The European Union last week called for protecting the inhabitants of Idlib and ensuring humanitarian access to the province. "With the marked increase of airstrikes over Idlib province and northern Hama over the past weeks and days, we are once again running the risk of a dangerous escalation in Idlib," said a statement by the EU spokesperson. "The civilian population cannot afford this risk: they have already suffered far too much," the statement added.
Why the violence in Idlib has escalated again
There is a significant presence of the extremist Tahrir al-Sham terrorist organization, the latest incarnation of the former Nusra Front, which was part of al-Qaida until 2016, in northwest Syria including Idlib province and a belt of territory around it.
The Tahrir al-Sham, which is also recognized as a terrorist group by Turkey, has tightened its grip recently against the Turkey-backed National Front of Liberation (NFL), which was formed as an umbrella organization last year by 11 opposition groups in Idlib.
Turkey has established about a dozen military positions in the area under its agreements with Russia that created a demilitarized zone from which militants were required to withdraw, effectively putting the onus on Turkey to tackle the problem while leaving the northwest within the sphere of Turkish influence.
As Reuters reported, the presence of terrorist groups in the region gives a pretext to both Russia and the Bashar Assad regime to intensify their attacks on the region.
Meanwhile, the Syrian regime captured Thursday a northwestern village, known for its medieval fortress, as it moved closer to Idlib, activists and pro-regime media said.
The U.K.-based Syrian Observatory for Human Rights, a war-monitoring group, said government forces captured the village of Qalaat al-Madiq after insurgents pulled out. Idlib-based activist Alaa Moadamani confirmed the village's capture.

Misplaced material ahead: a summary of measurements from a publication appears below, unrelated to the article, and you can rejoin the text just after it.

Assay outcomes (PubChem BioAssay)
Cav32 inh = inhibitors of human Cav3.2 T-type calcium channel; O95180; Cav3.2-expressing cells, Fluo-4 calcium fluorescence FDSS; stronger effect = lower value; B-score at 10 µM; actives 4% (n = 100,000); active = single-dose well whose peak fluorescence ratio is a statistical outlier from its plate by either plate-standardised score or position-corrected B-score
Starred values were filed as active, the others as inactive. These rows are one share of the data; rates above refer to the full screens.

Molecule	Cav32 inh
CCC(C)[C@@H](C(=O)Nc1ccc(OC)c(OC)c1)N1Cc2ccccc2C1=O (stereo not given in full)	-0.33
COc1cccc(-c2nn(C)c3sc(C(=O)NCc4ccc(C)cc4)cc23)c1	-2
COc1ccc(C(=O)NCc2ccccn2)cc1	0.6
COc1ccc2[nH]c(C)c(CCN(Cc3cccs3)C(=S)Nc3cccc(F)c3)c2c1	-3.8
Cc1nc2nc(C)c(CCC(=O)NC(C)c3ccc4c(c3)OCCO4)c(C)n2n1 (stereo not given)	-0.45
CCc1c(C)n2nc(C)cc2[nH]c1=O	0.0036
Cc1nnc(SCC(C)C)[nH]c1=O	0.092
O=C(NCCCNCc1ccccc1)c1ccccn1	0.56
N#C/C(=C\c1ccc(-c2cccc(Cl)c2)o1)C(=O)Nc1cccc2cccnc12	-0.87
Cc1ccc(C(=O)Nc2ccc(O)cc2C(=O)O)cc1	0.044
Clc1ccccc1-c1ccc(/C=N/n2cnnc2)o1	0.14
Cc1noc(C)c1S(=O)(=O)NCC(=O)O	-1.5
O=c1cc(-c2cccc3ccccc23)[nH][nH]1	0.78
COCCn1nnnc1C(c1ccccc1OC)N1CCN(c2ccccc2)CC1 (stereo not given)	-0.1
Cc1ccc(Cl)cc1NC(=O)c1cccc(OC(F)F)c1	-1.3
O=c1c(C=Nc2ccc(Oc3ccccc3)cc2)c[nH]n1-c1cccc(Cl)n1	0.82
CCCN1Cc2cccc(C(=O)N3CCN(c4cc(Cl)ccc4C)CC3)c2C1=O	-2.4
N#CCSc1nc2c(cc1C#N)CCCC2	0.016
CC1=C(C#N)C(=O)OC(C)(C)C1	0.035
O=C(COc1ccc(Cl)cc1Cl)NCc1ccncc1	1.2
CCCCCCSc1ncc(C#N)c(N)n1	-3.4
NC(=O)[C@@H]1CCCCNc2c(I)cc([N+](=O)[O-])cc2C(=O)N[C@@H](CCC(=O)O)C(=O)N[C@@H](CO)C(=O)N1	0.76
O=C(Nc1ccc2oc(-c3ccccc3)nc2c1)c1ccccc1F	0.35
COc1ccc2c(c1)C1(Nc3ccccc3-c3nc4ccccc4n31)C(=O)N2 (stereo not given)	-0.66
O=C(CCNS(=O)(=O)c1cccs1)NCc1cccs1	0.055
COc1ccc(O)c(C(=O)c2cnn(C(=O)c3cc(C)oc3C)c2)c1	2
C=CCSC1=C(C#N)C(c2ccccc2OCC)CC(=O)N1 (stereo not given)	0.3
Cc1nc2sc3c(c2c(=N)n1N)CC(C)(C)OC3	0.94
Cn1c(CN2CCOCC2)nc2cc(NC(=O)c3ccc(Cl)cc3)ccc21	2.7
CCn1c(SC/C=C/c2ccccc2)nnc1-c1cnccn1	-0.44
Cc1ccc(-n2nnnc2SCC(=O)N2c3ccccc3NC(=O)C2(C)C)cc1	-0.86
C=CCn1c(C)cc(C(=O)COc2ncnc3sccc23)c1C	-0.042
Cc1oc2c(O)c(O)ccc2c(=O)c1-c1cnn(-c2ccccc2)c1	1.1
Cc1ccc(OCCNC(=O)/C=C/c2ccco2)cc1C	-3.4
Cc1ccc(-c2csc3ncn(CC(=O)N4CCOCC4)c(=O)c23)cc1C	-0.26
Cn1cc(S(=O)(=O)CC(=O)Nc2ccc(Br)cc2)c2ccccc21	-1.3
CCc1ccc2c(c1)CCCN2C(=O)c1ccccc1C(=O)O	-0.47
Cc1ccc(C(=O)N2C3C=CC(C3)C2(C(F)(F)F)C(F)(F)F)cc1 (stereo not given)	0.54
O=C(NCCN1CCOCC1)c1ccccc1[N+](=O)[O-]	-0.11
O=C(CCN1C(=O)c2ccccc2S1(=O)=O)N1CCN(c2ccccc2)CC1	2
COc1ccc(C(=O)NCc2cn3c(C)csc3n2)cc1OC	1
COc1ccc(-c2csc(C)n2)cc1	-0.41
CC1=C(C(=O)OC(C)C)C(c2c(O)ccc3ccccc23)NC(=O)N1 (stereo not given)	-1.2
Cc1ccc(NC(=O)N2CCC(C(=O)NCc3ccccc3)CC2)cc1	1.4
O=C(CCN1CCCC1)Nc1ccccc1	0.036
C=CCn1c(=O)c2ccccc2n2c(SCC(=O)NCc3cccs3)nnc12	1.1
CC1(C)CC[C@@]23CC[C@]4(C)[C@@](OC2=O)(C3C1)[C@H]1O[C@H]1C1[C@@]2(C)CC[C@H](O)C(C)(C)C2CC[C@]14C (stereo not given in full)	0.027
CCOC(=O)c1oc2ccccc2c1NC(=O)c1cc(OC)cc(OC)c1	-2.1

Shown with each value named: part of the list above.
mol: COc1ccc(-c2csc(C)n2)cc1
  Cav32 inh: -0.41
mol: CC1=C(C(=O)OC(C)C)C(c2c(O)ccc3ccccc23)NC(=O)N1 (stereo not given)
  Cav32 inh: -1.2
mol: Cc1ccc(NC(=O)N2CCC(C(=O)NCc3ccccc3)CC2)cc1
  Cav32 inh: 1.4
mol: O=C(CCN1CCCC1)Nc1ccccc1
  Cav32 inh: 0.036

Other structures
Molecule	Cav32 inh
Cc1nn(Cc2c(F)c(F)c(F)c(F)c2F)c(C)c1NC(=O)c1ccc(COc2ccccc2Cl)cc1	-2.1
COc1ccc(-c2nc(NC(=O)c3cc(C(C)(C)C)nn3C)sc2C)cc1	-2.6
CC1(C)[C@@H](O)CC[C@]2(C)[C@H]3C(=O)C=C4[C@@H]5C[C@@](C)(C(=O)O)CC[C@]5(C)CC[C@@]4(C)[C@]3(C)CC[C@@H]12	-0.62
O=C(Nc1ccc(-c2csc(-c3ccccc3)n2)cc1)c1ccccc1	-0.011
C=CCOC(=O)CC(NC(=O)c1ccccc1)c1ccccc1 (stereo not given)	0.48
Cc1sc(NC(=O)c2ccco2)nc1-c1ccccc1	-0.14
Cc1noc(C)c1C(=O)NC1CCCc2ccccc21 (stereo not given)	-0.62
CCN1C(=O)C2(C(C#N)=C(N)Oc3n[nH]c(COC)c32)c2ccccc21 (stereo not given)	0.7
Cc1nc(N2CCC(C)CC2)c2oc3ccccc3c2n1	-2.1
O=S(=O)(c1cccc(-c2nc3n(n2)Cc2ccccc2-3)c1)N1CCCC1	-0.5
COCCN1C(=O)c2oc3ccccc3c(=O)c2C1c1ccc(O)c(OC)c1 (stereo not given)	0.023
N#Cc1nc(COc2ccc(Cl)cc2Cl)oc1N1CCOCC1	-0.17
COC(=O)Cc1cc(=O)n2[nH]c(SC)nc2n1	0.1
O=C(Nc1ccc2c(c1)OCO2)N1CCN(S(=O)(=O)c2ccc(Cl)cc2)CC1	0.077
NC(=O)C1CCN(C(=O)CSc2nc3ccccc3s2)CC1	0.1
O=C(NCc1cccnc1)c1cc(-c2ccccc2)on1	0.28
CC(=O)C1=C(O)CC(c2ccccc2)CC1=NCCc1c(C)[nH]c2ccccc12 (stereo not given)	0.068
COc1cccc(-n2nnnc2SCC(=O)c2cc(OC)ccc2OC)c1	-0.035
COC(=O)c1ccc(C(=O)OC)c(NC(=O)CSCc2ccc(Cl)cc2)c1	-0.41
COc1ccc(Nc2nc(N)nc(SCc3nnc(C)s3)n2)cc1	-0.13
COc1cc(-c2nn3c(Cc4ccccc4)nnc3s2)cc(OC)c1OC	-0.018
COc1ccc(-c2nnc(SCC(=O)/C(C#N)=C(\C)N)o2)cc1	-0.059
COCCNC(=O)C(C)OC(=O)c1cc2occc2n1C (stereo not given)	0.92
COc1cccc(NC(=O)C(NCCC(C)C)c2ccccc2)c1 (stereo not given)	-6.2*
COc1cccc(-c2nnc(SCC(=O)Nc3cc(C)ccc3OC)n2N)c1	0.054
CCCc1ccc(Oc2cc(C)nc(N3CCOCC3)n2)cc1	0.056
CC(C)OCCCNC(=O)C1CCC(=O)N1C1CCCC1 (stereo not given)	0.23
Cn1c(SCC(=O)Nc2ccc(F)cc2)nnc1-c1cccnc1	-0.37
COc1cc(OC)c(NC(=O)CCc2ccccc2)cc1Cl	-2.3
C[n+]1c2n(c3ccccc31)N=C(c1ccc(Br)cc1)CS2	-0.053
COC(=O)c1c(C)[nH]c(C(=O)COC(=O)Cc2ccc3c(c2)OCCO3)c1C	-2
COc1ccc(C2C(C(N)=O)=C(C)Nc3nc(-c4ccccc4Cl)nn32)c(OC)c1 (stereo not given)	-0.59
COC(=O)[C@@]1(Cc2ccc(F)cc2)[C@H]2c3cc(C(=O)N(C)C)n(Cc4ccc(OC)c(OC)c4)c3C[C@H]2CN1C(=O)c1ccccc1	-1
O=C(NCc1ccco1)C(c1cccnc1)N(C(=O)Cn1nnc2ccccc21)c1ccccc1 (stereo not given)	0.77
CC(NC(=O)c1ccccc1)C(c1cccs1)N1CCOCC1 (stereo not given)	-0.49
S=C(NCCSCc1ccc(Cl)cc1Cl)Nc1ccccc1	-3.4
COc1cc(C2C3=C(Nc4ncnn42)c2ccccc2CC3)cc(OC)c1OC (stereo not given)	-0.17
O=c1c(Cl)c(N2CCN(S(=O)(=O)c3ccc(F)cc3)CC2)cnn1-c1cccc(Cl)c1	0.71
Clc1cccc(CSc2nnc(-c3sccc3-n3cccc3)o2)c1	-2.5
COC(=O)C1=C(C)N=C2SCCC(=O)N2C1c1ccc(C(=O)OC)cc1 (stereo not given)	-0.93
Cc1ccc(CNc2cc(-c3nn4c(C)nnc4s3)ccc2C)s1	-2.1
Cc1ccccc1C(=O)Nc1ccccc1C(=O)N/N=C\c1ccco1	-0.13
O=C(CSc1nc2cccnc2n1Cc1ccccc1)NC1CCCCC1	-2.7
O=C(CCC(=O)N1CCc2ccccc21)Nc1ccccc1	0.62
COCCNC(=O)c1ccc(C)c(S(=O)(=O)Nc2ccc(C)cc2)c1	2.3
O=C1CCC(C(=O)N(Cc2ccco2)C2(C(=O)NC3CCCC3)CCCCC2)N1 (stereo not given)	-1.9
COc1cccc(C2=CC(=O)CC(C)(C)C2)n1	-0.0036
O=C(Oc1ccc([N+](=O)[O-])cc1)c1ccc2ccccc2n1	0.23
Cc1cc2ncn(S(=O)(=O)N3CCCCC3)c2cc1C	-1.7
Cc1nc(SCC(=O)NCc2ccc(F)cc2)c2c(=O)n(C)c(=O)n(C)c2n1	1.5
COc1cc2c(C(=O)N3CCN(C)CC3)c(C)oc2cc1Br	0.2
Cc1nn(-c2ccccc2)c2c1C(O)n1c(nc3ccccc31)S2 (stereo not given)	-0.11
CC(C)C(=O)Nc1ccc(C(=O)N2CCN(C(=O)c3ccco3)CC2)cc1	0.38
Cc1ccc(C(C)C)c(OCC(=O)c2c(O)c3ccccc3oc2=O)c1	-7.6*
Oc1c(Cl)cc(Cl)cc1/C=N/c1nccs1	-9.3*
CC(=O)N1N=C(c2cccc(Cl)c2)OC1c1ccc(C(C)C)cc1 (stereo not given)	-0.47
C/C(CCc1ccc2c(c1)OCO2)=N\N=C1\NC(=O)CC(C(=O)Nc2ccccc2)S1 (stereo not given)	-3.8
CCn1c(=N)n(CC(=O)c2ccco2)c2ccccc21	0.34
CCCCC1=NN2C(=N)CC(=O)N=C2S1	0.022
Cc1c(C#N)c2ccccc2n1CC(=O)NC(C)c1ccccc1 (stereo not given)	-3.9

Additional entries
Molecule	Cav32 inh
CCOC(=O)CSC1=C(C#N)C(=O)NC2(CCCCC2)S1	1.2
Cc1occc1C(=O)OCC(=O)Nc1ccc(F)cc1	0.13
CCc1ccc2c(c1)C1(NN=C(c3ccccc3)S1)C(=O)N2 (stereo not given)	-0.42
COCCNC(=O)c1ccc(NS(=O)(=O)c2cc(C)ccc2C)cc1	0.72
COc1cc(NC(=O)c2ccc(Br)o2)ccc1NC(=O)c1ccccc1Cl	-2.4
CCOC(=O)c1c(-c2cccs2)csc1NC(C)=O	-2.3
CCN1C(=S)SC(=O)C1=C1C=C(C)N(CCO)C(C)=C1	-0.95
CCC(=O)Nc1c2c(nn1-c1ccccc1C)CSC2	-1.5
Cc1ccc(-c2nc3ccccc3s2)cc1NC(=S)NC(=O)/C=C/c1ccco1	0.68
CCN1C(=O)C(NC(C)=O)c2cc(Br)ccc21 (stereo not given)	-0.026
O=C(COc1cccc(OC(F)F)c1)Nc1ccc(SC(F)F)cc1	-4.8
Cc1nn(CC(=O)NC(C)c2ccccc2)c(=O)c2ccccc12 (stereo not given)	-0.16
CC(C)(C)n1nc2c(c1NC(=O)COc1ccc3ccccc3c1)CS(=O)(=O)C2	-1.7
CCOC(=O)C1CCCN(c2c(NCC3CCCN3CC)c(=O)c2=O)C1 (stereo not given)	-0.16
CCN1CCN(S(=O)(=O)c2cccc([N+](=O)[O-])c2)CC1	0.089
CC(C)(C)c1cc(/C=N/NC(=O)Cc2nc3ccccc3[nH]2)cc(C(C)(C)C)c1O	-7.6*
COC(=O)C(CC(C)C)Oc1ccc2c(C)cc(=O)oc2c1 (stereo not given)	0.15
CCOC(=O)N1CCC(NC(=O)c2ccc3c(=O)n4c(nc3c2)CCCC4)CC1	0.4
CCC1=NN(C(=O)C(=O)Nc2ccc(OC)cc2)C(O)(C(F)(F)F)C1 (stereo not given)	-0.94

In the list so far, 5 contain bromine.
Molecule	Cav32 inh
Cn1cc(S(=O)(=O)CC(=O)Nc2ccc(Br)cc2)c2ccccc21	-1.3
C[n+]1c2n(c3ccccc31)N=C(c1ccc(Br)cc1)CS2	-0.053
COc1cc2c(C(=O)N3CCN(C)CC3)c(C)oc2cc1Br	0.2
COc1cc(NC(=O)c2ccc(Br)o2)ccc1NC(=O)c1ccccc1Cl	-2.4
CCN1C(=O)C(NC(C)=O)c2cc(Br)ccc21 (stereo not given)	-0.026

The pro-regime Syrian Central Military Media said troops took Qalaat al-Madiq and two smaller nearby villages. Government troops had been holding the nearby fortress, which also carries the name of Qalaat al-Madiq. The village, near the Orontes River, is a gateway to the fertile plain of al-Ghab, a breadbasket for the central province of Hama. The village was built on the site of the ancient city of Apamea and the fortress overlooking it was built during Muslim rule in the 12th century.
Thursday's push came a day after regime troops took the nearby village of Kfar Nabudah, which activists called Idlib's first line of defense.
The civil war in Syria erupted in 2011 when the Assad regime harshly responded to protesters who had poured onto the streets to demand more rights and freedom. The cruelty against the protesters triggered a rebellion in significant parts of the country, turning into a brutal civil war. While more than 400,000 people have been killed, around 6 million people have been displaced internally and another 5 million were driven abroad as refugees since the beginning of the civil war, according to U.N. figures.
According to local NGO Emergency Response Coordinators, nearly 400,000 civilians have been displaced due to regime attacks on Idlib since the agreement for the de-escalation deal was signed.